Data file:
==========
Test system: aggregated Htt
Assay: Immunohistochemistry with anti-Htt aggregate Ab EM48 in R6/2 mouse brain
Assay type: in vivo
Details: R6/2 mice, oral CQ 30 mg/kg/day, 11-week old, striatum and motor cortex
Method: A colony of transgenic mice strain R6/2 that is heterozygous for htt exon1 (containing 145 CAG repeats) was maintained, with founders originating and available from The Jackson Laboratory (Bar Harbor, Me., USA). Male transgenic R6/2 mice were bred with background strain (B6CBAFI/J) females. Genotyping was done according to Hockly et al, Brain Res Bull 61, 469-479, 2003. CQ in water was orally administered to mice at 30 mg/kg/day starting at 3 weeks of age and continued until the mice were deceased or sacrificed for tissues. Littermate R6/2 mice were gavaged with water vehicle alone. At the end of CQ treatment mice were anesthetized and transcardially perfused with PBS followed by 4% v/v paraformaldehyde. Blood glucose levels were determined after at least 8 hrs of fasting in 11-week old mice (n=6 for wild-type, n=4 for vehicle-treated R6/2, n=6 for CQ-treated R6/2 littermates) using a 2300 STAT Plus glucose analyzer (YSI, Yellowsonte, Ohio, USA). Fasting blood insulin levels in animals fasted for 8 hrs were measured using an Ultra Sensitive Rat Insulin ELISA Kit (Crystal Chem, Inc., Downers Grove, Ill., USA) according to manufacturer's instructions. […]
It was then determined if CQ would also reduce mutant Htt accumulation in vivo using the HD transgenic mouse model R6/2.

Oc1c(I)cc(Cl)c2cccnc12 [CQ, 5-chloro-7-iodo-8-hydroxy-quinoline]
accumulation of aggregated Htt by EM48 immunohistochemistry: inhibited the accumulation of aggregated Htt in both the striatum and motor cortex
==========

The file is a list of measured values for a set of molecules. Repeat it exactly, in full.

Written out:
Test system: aggregated Htt
Assay: Immunohistochemistry with anti-Htt aggregate Ab EM48 in R6/2 mouse brain
Assay type: in vivo
Details: R6/2 mice, oral CQ 30 mg/kg/day, 11-week old, striatum and motor cortex
Method: A colony of transgenic mice strain R6/2 that is heterozygous for htt exon1 (containing 145 CAG repeats) was maintained, with founders originating and available from The Jackson Laboratory (Bar Harbor, Me., USA). Male transgenic R6/2 mice were bred with background strain (B6CBAFI/J) females. Genotyping was done according to Hockly et al, Brain Res Bull 61, 469-479, 2003. CQ in water was orally administered to mice at 30 mg/kg/day starting at 3 weeks of age and continued until the mice were deceased or sacrificed for tissues. Littermate R6/2 mice were gavaged with water vehicle alone. At the end of CQ treatment mice were anesthetized and transcardially perfused with PBS followed by 4% v/v paraformaldehyde. Blood glucose levels were determined after at least 8 hrs of fasting in 11-week old mice (n=6 for wild-type, n=4 for vehicle-treated R6/2, n=6 for CQ-treated R6/2 littermates) using a 2300 STAT Plus glucose analyzer (YSI, Yellowsonte, Ohio, USA). Fasting blood insulin levels in animals fasted for 8 hrs were measured using an Ultra Sensitive Rat Insulin ELISA Kit (Crystal Chem, Inc., Downers Grove, Ill., USA) according to manufacturer's instructions. […]
It was then determined if CQ would also reduce mutant Htt accumulation in vivo using the HD transgenic mouse model R6/2.

Oc1c(I)cc(Cl)c2cccnc12 [CQ, 5-chloro-7-iodo-8-hydroxy-quinoline]
accumulation of aggregated Htt by EM48 immunohistochemistry: inhibited the accumulation of aggregated Htt in both the striatum and motor cortex